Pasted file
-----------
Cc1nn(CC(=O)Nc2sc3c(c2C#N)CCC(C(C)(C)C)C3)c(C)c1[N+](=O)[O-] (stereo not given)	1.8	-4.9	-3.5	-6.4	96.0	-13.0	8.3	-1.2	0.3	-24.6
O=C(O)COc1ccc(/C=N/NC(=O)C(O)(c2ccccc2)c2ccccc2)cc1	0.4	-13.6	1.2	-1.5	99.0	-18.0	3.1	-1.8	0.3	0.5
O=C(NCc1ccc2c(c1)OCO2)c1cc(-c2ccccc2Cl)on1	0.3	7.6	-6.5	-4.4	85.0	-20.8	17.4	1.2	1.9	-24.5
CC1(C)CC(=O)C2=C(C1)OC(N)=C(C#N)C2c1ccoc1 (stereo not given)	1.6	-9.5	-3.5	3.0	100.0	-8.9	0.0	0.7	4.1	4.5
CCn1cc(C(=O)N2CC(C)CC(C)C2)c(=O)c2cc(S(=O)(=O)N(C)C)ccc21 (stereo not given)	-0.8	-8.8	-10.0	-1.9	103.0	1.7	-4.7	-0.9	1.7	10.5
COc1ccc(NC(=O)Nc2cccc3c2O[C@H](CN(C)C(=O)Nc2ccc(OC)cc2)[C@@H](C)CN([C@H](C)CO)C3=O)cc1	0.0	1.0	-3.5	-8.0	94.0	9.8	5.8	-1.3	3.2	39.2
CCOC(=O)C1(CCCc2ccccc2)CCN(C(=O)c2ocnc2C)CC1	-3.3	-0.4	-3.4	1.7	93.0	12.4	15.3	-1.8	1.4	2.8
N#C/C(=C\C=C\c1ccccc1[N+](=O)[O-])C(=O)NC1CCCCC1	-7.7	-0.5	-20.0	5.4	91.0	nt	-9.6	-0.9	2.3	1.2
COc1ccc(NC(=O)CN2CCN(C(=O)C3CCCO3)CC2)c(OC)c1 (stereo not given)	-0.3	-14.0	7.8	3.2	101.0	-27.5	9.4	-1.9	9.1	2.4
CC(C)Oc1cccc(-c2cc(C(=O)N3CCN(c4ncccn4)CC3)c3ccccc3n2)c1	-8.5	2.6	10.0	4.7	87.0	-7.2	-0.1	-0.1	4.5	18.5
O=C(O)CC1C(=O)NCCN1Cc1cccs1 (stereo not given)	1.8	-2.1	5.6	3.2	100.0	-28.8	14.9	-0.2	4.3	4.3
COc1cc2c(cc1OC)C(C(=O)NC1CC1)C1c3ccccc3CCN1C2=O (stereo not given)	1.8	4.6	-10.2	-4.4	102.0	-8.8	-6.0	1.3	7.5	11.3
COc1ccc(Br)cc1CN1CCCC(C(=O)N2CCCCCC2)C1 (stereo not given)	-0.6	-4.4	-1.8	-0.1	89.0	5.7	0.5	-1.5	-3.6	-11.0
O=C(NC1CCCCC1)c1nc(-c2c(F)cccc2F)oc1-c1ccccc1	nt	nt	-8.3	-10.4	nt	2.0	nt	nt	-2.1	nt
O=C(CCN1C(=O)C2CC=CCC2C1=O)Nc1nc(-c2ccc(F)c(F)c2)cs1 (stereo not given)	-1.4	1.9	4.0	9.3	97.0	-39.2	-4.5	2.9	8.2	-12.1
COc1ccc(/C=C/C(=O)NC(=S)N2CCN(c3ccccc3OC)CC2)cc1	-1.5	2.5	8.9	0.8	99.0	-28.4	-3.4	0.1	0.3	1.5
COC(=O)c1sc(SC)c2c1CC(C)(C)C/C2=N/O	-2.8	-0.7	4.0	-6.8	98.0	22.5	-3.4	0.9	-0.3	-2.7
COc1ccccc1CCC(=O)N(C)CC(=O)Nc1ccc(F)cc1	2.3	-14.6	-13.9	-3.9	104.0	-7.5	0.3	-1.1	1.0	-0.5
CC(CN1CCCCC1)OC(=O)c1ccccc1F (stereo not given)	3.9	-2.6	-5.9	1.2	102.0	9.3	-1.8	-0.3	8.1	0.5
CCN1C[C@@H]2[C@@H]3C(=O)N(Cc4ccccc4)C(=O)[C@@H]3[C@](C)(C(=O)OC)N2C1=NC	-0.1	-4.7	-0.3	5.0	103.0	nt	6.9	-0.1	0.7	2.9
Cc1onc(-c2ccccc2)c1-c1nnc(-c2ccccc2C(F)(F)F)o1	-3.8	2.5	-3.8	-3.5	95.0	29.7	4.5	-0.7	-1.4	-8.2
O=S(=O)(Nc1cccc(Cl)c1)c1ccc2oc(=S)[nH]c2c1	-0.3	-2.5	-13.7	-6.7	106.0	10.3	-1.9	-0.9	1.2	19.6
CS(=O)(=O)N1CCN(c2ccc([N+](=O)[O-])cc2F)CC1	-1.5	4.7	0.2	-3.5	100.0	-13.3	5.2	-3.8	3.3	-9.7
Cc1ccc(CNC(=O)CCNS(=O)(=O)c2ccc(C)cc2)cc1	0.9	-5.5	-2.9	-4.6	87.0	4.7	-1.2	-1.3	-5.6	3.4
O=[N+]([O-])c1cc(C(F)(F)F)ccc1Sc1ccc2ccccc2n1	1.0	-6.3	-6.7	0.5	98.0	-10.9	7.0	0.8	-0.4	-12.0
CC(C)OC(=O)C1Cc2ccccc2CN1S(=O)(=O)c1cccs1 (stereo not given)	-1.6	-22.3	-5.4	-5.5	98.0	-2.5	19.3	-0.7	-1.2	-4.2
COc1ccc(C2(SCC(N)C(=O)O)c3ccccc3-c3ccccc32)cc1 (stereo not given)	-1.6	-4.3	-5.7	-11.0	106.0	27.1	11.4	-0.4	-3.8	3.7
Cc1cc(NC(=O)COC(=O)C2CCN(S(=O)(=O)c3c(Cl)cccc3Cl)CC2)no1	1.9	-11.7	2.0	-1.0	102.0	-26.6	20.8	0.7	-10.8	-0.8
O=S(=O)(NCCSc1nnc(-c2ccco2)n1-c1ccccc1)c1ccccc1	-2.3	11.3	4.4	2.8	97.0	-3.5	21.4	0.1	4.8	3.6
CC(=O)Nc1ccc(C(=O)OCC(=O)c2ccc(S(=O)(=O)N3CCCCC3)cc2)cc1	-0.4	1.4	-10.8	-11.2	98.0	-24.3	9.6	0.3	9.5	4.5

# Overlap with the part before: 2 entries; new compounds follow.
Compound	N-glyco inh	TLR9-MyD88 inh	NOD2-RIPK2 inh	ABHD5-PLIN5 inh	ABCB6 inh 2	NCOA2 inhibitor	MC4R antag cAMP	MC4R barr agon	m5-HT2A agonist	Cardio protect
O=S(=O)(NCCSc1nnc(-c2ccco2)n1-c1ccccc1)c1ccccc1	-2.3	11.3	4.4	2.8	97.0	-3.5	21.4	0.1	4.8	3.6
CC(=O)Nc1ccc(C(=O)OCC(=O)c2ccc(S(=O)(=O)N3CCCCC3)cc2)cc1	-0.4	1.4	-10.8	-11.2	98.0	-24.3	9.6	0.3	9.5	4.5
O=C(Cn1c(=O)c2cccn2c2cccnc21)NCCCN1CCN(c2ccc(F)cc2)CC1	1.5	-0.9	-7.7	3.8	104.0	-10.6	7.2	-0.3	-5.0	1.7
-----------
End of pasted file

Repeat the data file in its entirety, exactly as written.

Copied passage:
Cc1nn(CC(=O)Nc2sc3c(c2C#N)CCC(C(C)(C)C)C3)c(C)c1[N+](=O)[O-] (stereo not given)	1.8	-4.9	-3.5	-6.4	96.0	-13.0	8.3	-1.2	0.3	-24.6
O=C(O)COc1ccc(/C=N/NC(=O)C(O)(c2ccccc2)c2ccccc2)cc1	0.4	-13.6	1.2	-1.5	99.0	-18.0	3.1	-1.8	0.3	0.5
O=C(NCc1ccc2c(c1)OCO2)c1cc(-c2ccccc2Cl)on1	0.3	7.6	-6.5	-4.4	85.0	-20.8	17.4	1.2	1.9	-24.5
CC1(C)CC(=O)C2=C(C1)OC(N)=C(C#N)C2c1ccoc1 (stereo not given)	1.6	-9.5	-3.5	3.0	100.0	-8.9	0.0	0.7	4.1	4.5
CCn1cc(C(=O)N2CC(C)CC(C)C2)c(=O)c2cc(S(=O)(=O)N(C)C)ccc21 (stereo not given)	-0.8	-8.8	-10.0	-1.9	103.0	1.7	-4.7	-0.9	1.7	10.5
COc1ccc(NC(=O)Nc2cccc3c2O[C@H](CN(C)C(=O)Nc2ccc(OC)cc2)[C@@H](C)CN([C@H](C)CO)C3=O)cc1	0.0	1.0	-3.5	-8.0	94.0	9.8	5.8	-1.3	3.2	39.2
CCOC(=O)C1(CCCc2ccccc2)CCN(C(=O)c2ocnc2C)CC1	-3.3	-0.4	-3.4	1.7	93.0	12.4	15.3	-1.8	1.4	2.8
N#C/C(=C\C=C\c1ccccc1[N+](=O)[O-])C(=O)NC1CCCCC1	-7.7	-0.5	-20.0	5.4	91.0	nt	-9.6	-0.9	2.3	1.2
COc1ccc(NC(=O)CN2CCN(C(=O)C3CCCO3)CC2)c(OC)c1 (stereo not given)	-0.3	-14.0	7.8	3.2	101.0	-27.5	9.4	-1.9	9.1	2.4
CC(C)Oc1cccc(-c2cc(C(=O)N3CCN(c4ncccn4)CC3)c3ccccc3n2)c1	-8.5	2.6	10.0	4.7	87.0	-7.2	-0.1	-0.1	4.5	18.5
O=C(O)CC1C(=O)NCCN1Cc1cccs1 (stereo not given)	1.8	-2.1	5.6	3.2	100.0	-28.8	14.9	-0.2	4.3	4.3
COc1cc2c(cc1OC)C(C(=O)NC1CC1)C1c3ccccc3CCN1C2=O (stereo not given)	1.8	4.6	-10.2	-4.4	102.0	-8.8	-6.0	1.3	7.5	11.3
COc1ccc(Br)cc1CN1CCCC(C(=O)N2CCCCCC2)C1 (stereo not given)	-0.6	-4.4	-1.8	-0.1	89.0	5.7	0.5	-1.5	-3.6	-11.0
O=C(NC1CCCCC1)c1nc(-c2c(F)cccc2F)oc1-c1ccccc1	nt	nt	-8.3	-10.4	nt	2.0	nt	nt	-2.1	nt
O=C(CCN1C(=O)C2CC=CCC2C1=O)Nc1nc(-c2ccc(F)c(F)c2)cs1 (stereo not given)	-1.4	1.9	4.0	9.3	97.0	-39.2	-4.5	2.9	8.2	-12.1
COc1ccc(/C=C/C(=O)NC(=S)N2CCN(c3ccccc3OC)CC2)cc1	-1.5	2.5	8.9	0.8	99.0	-28.4	-3.4	0.1	0.3	1.5
COC(=O)c1sc(SC)c2c1CC(C)(C)C/C2=N/O	-2.8	-0.7	4.0	-6.8	98.0	22.5	-3.4	0.9	-0.3	-2.7
COc1ccccc1CCC(=O)N(C)CC(=O)Nc1ccc(F)cc1	2.3	-14.6	-13.9	-3.9	104.0	-7.5	0.3	-1.1	1.0	-0.5
CC(CN1CCCCC1)OC(=O)c1ccccc1F (stereo not given)	3.9	-2.6	-5.9	1.2	102.0	9.3	-1.8	-0.3	8.1	0.5
CCN1C[C@@H]2[C@@H]3C(=O)N(Cc4ccccc4)C(=O)[C@@H]3[C@](C)(C(=O)OC)N2C1=NC	-0.1	-4.7	-0.3	5.0	103.0	nt	6.9	-0.1	0.7	2.9
Cc1onc(-c2ccccc2)c1-c1nnc(-c2ccccc2C(F)(F)F)o1	-3.8	2.5	-3.8	-3.5	95.0	29.7	4.5	-0.7	-1.4	-8.2
O=S(=O)(Nc1cccc(Cl)c1)c1ccc2oc(=S)[nH]c2c1	-0.3	-2.5	-13.7	-6.7	106.0	10.3	-1.9	-0.9	1.2	19.6
CS(=O)(=O)N1CCN(c2ccc([N+](=O)[O-])cc2F)CC1	-1.5	4.7	0.2	-3.5	100.0	-13.3	5.2	-3.8	3.3	-9.7
Cc1ccc(CNC(=O)CCNS(=O)(=O)c2ccc(C)cc2)cc1	0.9	-5.5	-2.9	-4.6	87.0	4.7	-1.2	-1.3	-5.6	3.4
O=[N+]([O-])c1cc(C(F)(F)F)ccc1Sc1ccc2ccccc2n1	1.0	-6.3	-6.7	0.5	98.0	-10.9	7.0	0.8	-0.4	-12.0
CC(C)OC(=O)C1Cc2ccccc2CN1S(=O)(=O)c1cccs1 (stereo not given)	-1.6	-22.3	-5.4	-5.5	98.0	-2.5	19.3	-0.7	-1.2	-4.2
COc1ccc(C2(SCC(N)C(=O)O)c3ccccc3-c3ccccc32)cc1 (stereo not given)	-1.6	-4.3	-5.7	-11.0	106.0	27.1	11.4	-0.4	-3.8	3.7
Cc1cc(NC(=O)COC(=O)C2CCN(S(=O)(=O)c3c(Cl)cccc3Cl)CC2)no1	1.9	-11.7	2.0	-1.0	102.0	-26.6	20.8	0.7	-10.8	-0.8
O=S(=O)(NCCSc1nnc(-c2ccco2)n1-c1ccccc1)c1ccccc1	-2.3	11.3	4.4	2.8	97.0	-3.5	21.4	0.1	4.8	3.6
CC(=O)Nc1ccc(C(=O)OCC(=O)c2ccc(S(=O)(=O)N3CCCCC3)cc2)cc1	-0.4	1.4	-10.8	-11.2	98.0	-24.3	9.6	0.3	9.5	4.5

# Overlap with the part before: 2 entries; new compounds follow.
Compound	N-glyco inh	TLR9-MyD88 inh	NOD2-RIPK2 inh	ABHD5-PLIN5 inh	ABCB6 inh 2	NCOA2 inhibitor	MC4R antag cAMP	MC4R barr agon	m5-HT2A agonist	Cardio protect
O=S(=O)(NCCSc1nnc(-c2ccco2)n1-c1ccccc1)c1ccccc1	-2.3	11.3	4.4	2.8	97.0	-3.5	21.4	0.1	4.8	3.6
CC(=O)Nc1ccc(C(=O)OCC(=O)c2ccc(S(=O)(=O)N3CCCCC3)cc2)cc1	-0.4	1.4	-10.8	-11.2	98.0	-24.3	9.6	0.3	9.5	4.5
O=C(Cn1c(=O)c2cccn2c2cccnc21)NCCCN1CCN(c2ccc(F)cc2)CC1	1.5	-0.9	-7.7	3.8	104.0	-10.6	7.2	-0.3	-5.0	1.7